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Barrett Brown

I am the founder of the distributed think-tank Project PM and a regular inactive to Vanity Fair and Skeptical Inquirer. My work has also appeared in The Onion, National Lampoon, New York Press, D Magazine, Skeptic, McSweeney's, American Atheist, and a couple of newspapers in the U.S. and Mexico as well as a few policy journals. I'm the author of two books and serve as a consultant to various political entities and private clients.

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25 Responses

  1. Avatar Teri says:

    do you do psa? I was thinking of getting you to work for our neighborhood association’s annual membership drive.Report

    • Avatar Barrett Brown in reply to Teri says:

      When I am done with your neighborhood association, it will have become the sixth permanent member of the UN Security Council. Together we will bring order where before there was only chaos. Would you be adverse to having the PSA written in the form of a dialog between Tiberius Caesar and Nerva on the Isle of Capri?Report

  2. Avatar Teri says:

    As long as we don’t start a non-proliferation treaty with the neighborhood across the river and are able to mandate reflective vests on all senior citizens who start their day at 4 bloody a.m. I would cheer in sumerianReport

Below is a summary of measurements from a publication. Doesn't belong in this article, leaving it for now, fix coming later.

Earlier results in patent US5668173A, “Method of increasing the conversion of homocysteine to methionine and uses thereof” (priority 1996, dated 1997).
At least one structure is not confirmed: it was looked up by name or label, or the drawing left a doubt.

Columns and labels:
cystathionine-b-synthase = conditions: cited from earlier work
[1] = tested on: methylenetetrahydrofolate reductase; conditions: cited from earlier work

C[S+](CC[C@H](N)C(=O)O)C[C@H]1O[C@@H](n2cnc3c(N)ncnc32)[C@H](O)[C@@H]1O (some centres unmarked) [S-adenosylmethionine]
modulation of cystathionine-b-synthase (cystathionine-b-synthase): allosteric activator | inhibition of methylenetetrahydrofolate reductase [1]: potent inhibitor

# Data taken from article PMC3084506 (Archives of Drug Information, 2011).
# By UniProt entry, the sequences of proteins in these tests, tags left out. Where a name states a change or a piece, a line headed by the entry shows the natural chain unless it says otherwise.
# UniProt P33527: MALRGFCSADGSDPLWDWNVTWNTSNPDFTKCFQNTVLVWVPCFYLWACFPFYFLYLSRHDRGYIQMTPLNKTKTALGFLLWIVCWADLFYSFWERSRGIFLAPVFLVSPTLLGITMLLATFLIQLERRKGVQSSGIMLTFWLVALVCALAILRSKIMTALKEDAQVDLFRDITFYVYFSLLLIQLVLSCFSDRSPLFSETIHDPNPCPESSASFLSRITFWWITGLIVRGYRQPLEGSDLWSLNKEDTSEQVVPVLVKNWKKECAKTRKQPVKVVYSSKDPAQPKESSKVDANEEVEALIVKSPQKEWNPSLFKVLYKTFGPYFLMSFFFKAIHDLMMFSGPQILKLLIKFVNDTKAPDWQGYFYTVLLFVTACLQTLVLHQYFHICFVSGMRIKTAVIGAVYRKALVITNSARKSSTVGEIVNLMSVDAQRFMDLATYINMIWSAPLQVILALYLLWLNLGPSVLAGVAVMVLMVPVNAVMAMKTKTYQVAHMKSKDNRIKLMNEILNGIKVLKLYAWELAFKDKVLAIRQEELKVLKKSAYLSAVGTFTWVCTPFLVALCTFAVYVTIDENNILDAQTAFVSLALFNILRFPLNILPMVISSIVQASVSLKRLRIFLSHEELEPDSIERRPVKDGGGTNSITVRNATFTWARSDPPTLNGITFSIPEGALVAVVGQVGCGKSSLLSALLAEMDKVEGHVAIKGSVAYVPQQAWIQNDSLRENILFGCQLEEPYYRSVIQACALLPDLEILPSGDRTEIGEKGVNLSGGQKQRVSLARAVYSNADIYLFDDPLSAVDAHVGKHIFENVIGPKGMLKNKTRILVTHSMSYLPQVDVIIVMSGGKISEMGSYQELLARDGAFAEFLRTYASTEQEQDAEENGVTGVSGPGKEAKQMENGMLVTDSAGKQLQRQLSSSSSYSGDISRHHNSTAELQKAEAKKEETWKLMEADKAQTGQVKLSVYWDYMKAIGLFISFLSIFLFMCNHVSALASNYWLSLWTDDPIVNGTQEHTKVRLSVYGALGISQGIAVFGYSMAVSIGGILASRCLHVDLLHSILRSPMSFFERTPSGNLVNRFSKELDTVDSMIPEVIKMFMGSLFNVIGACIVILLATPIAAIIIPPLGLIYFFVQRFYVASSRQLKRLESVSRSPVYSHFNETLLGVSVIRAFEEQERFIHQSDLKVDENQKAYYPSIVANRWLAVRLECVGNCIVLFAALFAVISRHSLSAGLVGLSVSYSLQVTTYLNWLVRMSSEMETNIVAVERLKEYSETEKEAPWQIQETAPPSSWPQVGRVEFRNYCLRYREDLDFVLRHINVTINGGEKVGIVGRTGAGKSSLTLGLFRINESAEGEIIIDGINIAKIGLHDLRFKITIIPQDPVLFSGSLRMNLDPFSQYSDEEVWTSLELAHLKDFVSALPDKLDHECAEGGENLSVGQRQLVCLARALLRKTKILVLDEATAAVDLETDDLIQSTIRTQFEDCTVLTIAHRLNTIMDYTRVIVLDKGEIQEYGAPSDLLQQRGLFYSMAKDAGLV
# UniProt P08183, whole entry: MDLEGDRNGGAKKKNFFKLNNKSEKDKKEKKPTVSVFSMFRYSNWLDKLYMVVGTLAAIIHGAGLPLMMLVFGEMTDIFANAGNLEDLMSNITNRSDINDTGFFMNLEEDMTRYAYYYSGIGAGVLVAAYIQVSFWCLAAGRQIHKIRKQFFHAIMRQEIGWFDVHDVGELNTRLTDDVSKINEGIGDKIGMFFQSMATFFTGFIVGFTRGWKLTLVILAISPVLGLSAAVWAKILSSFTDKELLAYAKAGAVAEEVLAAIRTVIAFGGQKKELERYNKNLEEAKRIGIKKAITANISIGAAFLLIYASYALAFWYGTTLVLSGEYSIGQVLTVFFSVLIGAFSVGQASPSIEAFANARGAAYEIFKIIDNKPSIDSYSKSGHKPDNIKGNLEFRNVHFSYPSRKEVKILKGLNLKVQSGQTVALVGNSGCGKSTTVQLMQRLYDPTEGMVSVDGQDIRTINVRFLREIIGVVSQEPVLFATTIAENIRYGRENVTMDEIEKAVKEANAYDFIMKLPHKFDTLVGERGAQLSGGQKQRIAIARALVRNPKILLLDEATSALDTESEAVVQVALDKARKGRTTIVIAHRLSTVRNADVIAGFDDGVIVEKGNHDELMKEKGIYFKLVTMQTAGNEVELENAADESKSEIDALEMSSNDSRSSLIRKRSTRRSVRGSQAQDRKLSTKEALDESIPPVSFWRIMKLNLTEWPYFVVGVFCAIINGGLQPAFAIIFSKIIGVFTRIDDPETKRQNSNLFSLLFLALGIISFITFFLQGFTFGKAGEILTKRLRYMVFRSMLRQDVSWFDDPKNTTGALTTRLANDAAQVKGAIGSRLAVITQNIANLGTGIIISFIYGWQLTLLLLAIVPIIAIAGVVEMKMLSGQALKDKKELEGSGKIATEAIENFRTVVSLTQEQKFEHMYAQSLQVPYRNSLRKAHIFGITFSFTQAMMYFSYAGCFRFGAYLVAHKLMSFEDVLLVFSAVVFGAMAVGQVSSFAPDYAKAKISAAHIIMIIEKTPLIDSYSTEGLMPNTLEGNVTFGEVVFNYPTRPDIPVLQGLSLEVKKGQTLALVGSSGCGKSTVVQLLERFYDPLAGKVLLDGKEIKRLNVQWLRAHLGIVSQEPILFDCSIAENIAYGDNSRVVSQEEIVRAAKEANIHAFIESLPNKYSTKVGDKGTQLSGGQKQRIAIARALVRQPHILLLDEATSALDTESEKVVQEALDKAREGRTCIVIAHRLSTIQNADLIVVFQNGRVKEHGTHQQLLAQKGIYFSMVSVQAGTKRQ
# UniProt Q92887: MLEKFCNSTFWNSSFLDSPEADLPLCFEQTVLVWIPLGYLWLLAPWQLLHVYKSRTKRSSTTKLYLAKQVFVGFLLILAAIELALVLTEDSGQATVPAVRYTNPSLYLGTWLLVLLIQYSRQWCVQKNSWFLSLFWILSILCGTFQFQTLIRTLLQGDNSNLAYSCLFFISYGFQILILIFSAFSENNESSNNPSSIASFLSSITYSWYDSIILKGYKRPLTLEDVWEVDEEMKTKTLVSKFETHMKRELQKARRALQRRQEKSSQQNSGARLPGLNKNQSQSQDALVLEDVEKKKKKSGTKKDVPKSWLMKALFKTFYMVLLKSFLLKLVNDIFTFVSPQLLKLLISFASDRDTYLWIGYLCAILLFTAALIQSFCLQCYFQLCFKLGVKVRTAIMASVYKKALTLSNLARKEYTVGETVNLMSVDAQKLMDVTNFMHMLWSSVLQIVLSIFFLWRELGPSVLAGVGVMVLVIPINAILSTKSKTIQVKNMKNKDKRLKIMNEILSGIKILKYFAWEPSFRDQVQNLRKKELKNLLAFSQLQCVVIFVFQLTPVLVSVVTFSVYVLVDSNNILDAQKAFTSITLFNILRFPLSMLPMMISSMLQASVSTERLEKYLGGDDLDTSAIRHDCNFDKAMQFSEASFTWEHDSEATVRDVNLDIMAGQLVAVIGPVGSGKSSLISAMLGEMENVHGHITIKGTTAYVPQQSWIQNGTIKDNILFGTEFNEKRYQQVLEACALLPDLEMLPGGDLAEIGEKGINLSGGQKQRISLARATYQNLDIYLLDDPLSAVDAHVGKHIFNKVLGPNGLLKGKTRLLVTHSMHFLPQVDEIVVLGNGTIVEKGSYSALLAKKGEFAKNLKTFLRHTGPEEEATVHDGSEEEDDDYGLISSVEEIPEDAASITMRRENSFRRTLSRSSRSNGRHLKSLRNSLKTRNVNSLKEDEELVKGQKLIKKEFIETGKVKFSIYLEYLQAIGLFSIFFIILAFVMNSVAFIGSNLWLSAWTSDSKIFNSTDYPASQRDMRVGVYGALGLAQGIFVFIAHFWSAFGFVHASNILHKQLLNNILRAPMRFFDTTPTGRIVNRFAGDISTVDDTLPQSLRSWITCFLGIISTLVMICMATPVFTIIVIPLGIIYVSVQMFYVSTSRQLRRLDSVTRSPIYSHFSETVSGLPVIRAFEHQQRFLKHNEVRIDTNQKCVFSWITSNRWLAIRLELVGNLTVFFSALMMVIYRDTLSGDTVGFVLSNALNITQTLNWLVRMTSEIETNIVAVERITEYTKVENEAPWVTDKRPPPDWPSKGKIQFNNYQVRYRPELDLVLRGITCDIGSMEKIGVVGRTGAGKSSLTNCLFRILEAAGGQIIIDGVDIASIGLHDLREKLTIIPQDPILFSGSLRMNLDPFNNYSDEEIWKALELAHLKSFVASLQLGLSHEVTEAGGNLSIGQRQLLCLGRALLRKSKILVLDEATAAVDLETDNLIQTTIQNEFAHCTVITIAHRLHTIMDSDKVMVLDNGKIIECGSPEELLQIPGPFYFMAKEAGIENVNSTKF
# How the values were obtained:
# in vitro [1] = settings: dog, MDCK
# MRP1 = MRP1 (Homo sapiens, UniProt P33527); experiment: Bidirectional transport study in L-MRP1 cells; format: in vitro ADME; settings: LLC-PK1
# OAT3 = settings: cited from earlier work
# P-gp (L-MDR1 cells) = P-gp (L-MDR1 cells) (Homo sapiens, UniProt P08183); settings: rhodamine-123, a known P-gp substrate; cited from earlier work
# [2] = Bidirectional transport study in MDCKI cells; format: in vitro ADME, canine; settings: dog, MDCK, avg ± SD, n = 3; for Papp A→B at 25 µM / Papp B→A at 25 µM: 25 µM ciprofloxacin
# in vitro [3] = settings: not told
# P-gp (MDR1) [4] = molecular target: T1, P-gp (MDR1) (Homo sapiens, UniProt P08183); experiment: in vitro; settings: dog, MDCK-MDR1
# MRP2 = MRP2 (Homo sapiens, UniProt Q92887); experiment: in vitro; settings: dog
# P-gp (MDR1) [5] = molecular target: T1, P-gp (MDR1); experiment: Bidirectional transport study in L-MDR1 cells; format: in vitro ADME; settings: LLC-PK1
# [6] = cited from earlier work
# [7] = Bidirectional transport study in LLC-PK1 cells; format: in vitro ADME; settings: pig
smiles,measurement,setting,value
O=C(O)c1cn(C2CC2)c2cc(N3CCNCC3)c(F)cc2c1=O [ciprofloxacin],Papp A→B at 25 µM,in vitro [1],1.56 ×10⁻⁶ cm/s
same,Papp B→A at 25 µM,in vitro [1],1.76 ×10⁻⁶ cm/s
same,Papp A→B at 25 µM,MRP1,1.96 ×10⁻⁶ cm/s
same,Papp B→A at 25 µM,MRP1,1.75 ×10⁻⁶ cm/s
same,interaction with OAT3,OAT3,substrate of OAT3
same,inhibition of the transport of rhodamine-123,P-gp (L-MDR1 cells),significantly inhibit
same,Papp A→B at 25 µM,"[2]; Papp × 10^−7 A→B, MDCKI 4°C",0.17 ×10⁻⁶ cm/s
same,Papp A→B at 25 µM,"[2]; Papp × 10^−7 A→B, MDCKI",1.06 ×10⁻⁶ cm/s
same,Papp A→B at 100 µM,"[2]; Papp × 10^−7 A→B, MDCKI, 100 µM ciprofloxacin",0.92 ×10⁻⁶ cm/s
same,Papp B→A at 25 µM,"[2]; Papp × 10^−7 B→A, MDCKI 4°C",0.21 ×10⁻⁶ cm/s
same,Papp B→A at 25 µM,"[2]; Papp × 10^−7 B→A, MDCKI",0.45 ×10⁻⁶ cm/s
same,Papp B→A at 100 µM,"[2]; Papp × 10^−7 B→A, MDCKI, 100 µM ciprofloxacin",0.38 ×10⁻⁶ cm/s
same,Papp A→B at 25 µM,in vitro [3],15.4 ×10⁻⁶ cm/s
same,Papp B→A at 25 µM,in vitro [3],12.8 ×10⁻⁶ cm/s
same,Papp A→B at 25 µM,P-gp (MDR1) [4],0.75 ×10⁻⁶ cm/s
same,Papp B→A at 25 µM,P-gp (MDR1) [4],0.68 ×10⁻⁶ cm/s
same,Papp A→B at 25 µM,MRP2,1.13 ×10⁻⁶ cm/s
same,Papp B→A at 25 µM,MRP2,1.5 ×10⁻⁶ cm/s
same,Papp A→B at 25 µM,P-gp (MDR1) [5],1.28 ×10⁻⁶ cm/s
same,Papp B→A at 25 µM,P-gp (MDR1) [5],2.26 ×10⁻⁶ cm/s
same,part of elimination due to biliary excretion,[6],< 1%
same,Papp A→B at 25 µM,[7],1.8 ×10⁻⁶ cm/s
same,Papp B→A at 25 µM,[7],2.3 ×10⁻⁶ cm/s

3. Avatar paul says:

    piqued

    i would ask you to advertise for my company, it’ll be a one man IT shop.
    It wont go-live until 01 jan 2011 thoughReport

    • Avatar Barrett Brown in reply to paul says:

      Certainly. I will even let you choose between the following formats:

      1. A series of Gore Vidal quotes taken from various interviews he has given over the past half-century and possibly from his two autobiographies and any further autobiographies he might choose to write between now and the launch of your IT operation, with certain terms and concepts such as “American empire” replaced with the name of your firm.

      2. A manifesto that will make clear all that was previously hidden in the affairs of man.

      3. A fictional quatrain that I will compose and attribute to Nostradamus on the internet in response to any of the stupid e-mail forwards I get from reactionaries. The quatrain will appear to have predicted the arrival of yourself on the world stage.Report

  4. Avatar Emma says:

    I’m declaring myself a Public Limited Company and will be trading myself on the London Stock Exchange. I’d like help advertising all of my securities to the British public.

    I’m simultaneously annointing myself a Limited Liability Partnership so that I am not responsible or liable for my own misconduct or negligence. I think this is important in order that I do not go to prison. Indeed I am trusting Heathridge Partners to ensure my corporate body has legal existence independent of its member. (me)

    I hope you can help. I have excellent references and bosoms.Report

  5. Avatar Emma says:

    Splendid. I am in the process of making an educational video. I will file it at Companies House.Report

  6. Avatar Jaybird says:

    I came up with an advertising campaign for a cafe/bakery I used to work for when I was working through college.

    Setting: Galilee. A crowd of Biblical types are all eating loaves and fishes and saying that the bread is really, really good. “Who made the bread?”, someone asks. Zoom over to the top of a hill where you see the French Chef who owned the place. “Hello!”, he’d say in his (exceptionally charming) accent. It’d then turn into a yelly commercial “THE TATTOOED RHINOCEROS CAFE AND BAKERY ON WHATEVER STREET COME DOWN AND EAT SOME BREAD”